Essay on the Independence of the Indian Judiciary

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The constitution has made due provisions for ensuring the independence and impartiality of the Supreme Court and to place it beyond executive or legislative interference or influence.

In this context following provisions are very important.

(1) Judges are appointed by the president of India. The president shall in this matter consult such judges of the Supreme Court and High Courts as he may deem necessary.

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(2) The elimination of politics is the appointment of judges is further achieved by prescribed high minimum qualifications in the constitution itself.

(3) The constitution provides high retiring age for the judges. Once apprinted, they can hold office until they complete the age of 65 years.

(4) Once apprinted the judges cannot be removed except through a very difficult process. The only grounds upon which such removal may take place are: (i) proved mis-behaviour, and (ii) incapacity.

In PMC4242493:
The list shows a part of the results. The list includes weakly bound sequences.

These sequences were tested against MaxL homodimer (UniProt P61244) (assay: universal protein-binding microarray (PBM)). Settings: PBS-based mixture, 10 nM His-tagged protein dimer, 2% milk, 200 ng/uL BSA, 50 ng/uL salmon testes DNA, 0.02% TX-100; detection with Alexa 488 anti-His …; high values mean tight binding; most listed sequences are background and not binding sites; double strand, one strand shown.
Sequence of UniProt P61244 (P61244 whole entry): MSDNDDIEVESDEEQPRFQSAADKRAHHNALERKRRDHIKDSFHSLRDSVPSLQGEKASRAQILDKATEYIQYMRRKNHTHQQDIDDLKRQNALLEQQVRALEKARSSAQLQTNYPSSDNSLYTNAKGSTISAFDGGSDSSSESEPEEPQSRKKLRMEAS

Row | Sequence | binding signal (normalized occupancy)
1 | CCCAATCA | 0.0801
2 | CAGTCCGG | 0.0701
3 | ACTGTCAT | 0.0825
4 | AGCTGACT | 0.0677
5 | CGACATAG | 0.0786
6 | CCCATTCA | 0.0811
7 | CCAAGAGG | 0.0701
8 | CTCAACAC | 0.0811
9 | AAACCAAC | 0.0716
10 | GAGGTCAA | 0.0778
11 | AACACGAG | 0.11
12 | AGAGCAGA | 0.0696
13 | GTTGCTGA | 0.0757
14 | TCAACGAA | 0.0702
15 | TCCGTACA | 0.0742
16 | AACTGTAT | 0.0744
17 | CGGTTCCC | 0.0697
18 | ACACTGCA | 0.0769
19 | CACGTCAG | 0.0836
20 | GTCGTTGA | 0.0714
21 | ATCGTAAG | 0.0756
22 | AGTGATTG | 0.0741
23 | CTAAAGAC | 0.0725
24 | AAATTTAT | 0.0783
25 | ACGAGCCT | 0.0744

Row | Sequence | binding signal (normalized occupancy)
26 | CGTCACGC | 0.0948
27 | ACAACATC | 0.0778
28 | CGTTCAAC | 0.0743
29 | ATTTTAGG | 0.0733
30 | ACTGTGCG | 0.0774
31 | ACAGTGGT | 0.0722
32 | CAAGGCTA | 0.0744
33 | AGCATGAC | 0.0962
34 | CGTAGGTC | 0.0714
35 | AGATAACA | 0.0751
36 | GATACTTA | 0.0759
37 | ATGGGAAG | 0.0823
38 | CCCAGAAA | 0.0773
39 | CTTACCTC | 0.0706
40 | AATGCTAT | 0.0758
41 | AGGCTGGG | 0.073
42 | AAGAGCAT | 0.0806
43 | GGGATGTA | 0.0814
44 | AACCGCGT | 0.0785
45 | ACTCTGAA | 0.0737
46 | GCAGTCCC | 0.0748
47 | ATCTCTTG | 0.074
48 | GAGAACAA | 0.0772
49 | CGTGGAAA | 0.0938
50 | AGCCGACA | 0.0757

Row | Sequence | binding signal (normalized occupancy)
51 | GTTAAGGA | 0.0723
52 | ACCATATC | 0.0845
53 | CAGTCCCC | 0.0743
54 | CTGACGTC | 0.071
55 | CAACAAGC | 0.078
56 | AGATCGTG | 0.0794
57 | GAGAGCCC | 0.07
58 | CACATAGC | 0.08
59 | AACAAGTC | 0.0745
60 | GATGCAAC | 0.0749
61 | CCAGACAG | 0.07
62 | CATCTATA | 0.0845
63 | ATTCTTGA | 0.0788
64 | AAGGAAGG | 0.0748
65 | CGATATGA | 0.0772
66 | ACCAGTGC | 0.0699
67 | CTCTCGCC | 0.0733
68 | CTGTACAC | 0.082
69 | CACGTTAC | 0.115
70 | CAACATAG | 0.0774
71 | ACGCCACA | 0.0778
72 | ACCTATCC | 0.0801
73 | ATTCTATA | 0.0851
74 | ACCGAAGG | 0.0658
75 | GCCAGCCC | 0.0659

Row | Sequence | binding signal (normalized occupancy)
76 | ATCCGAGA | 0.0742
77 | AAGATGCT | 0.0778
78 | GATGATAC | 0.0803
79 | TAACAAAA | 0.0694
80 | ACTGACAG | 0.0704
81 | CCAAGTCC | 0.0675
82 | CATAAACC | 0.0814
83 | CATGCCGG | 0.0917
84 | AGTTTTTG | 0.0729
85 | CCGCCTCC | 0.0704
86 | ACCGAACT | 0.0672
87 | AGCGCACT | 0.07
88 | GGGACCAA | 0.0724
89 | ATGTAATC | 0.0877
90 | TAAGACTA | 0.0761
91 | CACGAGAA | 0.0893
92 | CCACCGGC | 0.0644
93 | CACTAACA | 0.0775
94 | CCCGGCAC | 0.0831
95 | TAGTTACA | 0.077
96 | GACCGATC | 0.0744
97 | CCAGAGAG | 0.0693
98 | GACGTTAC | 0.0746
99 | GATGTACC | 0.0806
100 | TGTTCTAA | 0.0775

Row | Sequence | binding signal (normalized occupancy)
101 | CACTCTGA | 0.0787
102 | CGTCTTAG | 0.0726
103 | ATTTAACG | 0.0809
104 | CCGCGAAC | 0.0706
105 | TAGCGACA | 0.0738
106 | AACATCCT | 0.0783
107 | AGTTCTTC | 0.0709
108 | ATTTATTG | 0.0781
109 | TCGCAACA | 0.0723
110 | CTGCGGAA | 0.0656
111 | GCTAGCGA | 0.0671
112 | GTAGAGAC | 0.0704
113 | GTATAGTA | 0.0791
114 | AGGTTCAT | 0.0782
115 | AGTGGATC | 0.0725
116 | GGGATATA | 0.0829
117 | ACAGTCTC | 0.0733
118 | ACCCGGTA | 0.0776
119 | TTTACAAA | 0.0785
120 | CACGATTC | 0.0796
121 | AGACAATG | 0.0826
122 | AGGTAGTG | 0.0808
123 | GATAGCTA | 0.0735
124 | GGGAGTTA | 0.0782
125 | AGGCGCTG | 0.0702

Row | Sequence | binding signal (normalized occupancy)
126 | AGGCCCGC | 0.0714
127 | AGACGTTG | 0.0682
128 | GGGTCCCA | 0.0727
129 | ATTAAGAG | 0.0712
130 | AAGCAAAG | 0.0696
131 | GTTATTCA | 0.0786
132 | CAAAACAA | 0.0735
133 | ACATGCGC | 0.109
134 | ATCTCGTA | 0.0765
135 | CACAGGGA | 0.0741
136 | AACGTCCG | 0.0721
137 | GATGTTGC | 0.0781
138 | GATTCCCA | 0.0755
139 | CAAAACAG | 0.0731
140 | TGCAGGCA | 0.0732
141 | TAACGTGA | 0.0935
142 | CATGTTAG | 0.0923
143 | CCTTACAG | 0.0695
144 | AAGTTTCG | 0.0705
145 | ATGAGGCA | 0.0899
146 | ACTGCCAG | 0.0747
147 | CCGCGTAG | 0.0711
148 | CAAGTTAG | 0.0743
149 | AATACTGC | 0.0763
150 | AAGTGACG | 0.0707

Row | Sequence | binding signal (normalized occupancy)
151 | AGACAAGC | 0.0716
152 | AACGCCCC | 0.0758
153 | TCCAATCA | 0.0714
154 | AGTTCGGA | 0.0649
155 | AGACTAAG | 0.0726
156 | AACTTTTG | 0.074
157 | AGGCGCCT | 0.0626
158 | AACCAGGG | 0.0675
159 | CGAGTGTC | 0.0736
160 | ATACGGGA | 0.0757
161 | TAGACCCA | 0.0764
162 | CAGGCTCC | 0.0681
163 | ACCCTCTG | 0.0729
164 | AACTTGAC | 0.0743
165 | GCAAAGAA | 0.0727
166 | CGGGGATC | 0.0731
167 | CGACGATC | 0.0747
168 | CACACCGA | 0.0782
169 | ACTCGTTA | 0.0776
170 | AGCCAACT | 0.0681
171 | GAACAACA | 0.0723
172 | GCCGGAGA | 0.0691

(5) Besides, the salaries of the judges and the administrative expenses of the Supreme Court are charged on the consolidated fund of India and are not subject to the vote of parliament.

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(6) The independence of the court is further safe guarded by the provision that the actions and decisions of the judges in their official capacity are immune from criticism in the sense that no motive may be uniputed to them. Even parliament cannot discuss the conduct of a judge except when a resolution for his removal is being considered.

(7) Finally, the Supreme Court has its own establishment over which it has complete control. The court determines the terms of service of its officers and servants and appointments are made by the chief justice.

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